This was supposed to be the BL community’s first buddy read on the new site, but unfortunately it quickly ended up being a DNF for me. Though after nobody else seems to have liked all of the book, either, I at least don’t feel like a spoil-sport anymore. I guess that’s something after all — and now that all those who did hang in there until the bitter end have finished it, I can at last post my DNF rantreview.
The maximum failure represented in a DNF is a shame in more senses than one, though. Because I don’t actually like Shakespeare’s King Lear a whole lot. I do recognize the skill exhibited in its writing — but I don’t care one bit for the way in which either of Lear’s daughters are portrayed; and Lear himself is one of two Shakespearean titular characters (the other one being Othello) whom I constantly want to shake and yell at them, “Don’t be so f*cking obtuse!” So Gratton had a truly stellar opportunity of outdoing Shakespeare with a pastiche even in the eyes of a dyed-in-the-wool fan of the Bard here. Unfortunately, she thoroughly wasted it. With knobs on.
So what happened?
Well, Gratton almost managed to push me right out of the book for good with the opening sentences, which are so pretentiously, wannabe-esoterically overwritten that I actually had to repeat them several times to even be able to make a modicum of sense of them. The only reason why I didn’t stop right then and there was because I was tired when I started the book, so I was willing to cut her some slack and put this one down to me. (It isn’t, though. I reread the opening later on when fully awake. It really is every bit as awful as it had come across upon first impressions.)
Then she proceeded to absolutely suffocate me with words — some (few) beautiful, I’ll give her that, but the vast majority (decidedly over 90%) either superfluous, pointless, trite and clichéd or, again, pretentious beyond belief — or (in fact, in the majority of cases) all of the above. Instead of letting my brain create her imaginary world in my mind, helped along by a carefully-crafted narrative and judicious use of language, she instantly drowned every budding attempt of my imagination to take to its wings and tethered it firmly back down to her flow of excess verbiage, which had moved on unerringly while my mind had been making its fleeting attempts to break free; without, however, advancing the story, plot, character development, world building or anything else by even a single iota. The net effect of this was to make me fall clean asleep while soaking in a hot bath, during my second attempt of giving the book a chance.
I still had hopes we might possibly get somewhere eventually, though. By this time I’d met
AragornRomeoEdmund B ran the Fox, and I was still at least mildly curious where she was going to take the story with him. True, it sounded like she was deviating from Shakespeare here, and chances were pretty good (or bad?) already that she wasn’t doing so because she’d had a brilliant idea that had somehow eluded the Bard, but simply because she hadn’t understood the play — nor the fact that a Shakespearean play (a tragedy, at that) is an intricately-woven tapestry where pulling and reweaving even a single thread destroys the whole pattern irrevocably.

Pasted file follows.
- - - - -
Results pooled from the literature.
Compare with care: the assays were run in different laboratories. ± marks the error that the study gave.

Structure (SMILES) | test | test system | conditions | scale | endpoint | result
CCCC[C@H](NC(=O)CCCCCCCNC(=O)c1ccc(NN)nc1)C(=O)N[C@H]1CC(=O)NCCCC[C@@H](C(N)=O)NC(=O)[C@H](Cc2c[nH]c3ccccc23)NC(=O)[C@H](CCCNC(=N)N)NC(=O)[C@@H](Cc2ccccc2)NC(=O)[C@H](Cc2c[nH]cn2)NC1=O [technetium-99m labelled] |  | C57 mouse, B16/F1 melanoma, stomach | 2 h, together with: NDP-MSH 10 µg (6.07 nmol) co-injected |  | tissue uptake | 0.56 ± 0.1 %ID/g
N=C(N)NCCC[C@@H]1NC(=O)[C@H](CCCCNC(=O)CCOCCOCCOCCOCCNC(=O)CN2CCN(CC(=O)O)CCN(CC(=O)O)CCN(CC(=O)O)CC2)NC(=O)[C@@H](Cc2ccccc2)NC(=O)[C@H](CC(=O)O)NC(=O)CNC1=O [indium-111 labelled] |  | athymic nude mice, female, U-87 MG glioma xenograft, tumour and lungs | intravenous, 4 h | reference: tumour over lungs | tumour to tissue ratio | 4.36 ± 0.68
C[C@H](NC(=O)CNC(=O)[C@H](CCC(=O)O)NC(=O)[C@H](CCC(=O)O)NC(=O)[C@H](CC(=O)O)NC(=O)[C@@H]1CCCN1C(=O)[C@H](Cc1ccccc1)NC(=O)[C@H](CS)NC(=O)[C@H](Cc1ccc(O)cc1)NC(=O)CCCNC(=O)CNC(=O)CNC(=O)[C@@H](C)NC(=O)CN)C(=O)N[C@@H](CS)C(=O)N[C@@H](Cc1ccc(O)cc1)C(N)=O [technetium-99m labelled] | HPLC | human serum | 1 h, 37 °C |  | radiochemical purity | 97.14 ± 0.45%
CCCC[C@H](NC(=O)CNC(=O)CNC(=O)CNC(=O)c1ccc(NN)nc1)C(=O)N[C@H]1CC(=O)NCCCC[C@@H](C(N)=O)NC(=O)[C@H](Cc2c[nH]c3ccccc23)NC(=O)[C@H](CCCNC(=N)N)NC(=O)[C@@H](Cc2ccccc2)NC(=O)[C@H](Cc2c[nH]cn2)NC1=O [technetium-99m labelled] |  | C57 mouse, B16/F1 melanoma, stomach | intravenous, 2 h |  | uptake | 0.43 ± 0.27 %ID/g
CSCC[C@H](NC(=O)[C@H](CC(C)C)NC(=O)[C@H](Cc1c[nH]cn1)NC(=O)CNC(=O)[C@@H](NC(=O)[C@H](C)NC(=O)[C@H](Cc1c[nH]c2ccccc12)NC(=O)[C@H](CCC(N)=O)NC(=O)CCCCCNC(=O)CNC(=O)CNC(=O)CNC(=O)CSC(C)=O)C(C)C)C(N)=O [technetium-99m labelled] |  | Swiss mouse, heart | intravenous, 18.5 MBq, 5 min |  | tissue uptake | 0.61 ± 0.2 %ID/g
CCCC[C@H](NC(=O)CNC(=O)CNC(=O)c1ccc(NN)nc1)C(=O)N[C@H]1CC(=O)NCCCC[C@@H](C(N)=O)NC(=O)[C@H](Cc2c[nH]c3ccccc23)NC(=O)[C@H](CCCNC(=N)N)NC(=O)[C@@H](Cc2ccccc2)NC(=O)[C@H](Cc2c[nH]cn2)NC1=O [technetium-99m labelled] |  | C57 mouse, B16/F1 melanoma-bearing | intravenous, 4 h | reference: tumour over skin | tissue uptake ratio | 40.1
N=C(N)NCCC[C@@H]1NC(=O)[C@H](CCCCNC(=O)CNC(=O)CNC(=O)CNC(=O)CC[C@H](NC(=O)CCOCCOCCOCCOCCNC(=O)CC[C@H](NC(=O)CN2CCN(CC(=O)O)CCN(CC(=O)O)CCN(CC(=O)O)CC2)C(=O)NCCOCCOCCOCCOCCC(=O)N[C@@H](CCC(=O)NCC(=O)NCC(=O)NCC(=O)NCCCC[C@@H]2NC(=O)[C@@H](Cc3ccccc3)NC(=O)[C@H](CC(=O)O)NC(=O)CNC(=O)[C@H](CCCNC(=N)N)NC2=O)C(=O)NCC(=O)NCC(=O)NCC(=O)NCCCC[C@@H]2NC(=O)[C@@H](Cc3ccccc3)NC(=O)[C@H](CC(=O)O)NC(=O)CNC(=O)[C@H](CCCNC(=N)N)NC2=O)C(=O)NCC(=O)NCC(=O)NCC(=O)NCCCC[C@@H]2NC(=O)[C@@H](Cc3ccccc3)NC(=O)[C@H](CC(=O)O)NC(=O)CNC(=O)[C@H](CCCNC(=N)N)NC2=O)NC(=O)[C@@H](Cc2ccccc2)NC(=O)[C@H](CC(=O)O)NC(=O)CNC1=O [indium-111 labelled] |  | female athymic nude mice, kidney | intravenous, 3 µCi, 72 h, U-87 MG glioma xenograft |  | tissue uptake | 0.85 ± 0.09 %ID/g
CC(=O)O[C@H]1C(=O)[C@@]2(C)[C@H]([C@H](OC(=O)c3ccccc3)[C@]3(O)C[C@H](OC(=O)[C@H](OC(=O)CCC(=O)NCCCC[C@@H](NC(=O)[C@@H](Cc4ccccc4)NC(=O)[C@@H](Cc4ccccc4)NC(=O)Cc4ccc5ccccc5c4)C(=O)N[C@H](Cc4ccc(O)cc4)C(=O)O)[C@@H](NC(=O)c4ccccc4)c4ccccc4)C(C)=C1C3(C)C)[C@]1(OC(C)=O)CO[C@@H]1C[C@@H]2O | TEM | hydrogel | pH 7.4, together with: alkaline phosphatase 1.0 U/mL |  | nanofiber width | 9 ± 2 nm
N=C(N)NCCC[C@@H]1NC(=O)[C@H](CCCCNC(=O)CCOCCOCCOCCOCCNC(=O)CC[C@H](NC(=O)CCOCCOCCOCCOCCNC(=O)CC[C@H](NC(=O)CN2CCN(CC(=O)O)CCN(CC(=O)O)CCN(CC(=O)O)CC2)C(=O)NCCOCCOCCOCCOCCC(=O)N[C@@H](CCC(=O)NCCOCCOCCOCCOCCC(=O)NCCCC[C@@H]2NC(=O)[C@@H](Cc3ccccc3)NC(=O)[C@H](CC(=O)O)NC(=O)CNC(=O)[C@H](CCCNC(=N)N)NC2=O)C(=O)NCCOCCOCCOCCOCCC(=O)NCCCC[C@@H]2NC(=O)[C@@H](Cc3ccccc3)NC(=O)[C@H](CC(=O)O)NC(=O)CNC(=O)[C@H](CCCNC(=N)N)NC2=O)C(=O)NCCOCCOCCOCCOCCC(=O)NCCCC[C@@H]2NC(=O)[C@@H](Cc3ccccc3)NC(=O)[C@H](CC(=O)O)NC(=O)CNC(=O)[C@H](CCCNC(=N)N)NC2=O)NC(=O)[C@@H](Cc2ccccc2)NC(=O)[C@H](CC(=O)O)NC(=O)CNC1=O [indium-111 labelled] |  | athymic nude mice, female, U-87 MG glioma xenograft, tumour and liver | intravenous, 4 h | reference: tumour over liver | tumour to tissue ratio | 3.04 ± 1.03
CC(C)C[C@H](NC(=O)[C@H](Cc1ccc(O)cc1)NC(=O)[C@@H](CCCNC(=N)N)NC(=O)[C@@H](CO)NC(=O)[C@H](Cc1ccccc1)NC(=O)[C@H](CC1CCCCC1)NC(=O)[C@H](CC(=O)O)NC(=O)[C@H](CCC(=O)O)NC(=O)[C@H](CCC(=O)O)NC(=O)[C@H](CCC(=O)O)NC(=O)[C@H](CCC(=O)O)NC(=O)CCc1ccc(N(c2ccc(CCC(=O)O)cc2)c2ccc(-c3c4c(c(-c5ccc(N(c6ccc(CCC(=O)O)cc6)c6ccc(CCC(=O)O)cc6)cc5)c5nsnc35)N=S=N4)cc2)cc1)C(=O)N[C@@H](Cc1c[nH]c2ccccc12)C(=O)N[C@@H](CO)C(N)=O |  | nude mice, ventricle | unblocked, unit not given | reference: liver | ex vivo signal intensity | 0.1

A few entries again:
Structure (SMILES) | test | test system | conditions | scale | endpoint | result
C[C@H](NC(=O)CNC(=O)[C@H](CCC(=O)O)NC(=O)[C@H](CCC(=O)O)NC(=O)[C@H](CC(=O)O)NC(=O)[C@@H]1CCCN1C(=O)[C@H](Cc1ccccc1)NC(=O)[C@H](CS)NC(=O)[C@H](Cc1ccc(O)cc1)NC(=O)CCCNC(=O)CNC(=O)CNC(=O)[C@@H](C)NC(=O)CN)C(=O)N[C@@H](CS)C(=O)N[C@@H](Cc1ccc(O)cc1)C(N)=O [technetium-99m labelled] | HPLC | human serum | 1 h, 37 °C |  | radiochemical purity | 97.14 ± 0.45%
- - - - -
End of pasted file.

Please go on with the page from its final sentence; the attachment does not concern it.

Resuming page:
Well, at least
Goneril Gaela and Regan and, for that matter, JulietCordElia (why alter the names of two of Lear’s daughters but not the third one?) seemed to be behaving roughly to type. Not any more pleasant than in the play, where incidentally it only takes a single sentence out of either of their mouths (or in Cordelia’s case, stunned and protracted silence) after we’ve met them to tell us, in essence, who they are. Whereas Gratton spent several chapters introducing the three of them, but except for one thing that I’ll address separately in a minute, she didn’t actually add any essential thing to their characters — again, she just dressed them up in a lot of extra plumage and made sure not to leave anything up to the reader’s imagination.
In the process, she also managed to thoroughly spoil the big stunner with which Shakespeare — purposefully and advisedly — opens his play. In the real King Lear, both the King’s announcement that he will be dividing his realm among his daughters and his rejection of his (heretofore) darling Cordelia, for being insufficiently lavish in her praise of his person and insufficiently boastful in her promises of just what bed of roses she will devote to his sole comfort in the future, is at the heart of the opening scene. And although we have not yet met any of these characters, it takes Shakespeare approximately 0.01% of Gratton’s verbiage to convey to a shocked audience that something absolutely unthinkable has just happened. Whereas in Gratton’s book, after many and unvaried foreshadowings of “everything being put in its proper place”, you would have to be about a hundred times more obtuse than Shakespeare’s Lear or actually have slept through everything until that very scene — meaning, easily through the first 15-20% of the book (judging by the glacial pace of the plot development: I didn’t even get that far, as I quit at the 14% point) — in order to register even the faintest bit of surprise.
Yet, if the whole thing had merely been a matter of excessive wordiness, I might even have finished the book. It would have been guaranteed a low rating — but I would have stuck with it, for the buddy reading experience if nothing else. Alas, I just couldn’t. Not counting my failed attempt to get into the book on the very first evening, I decided to DNF on day 3, essentially for these reasons:
(1) From Ban’s and Elia’s thought processes concerning each other, it was becoming increasingly clear very early on that Gratton was not only rewriting Edmund/B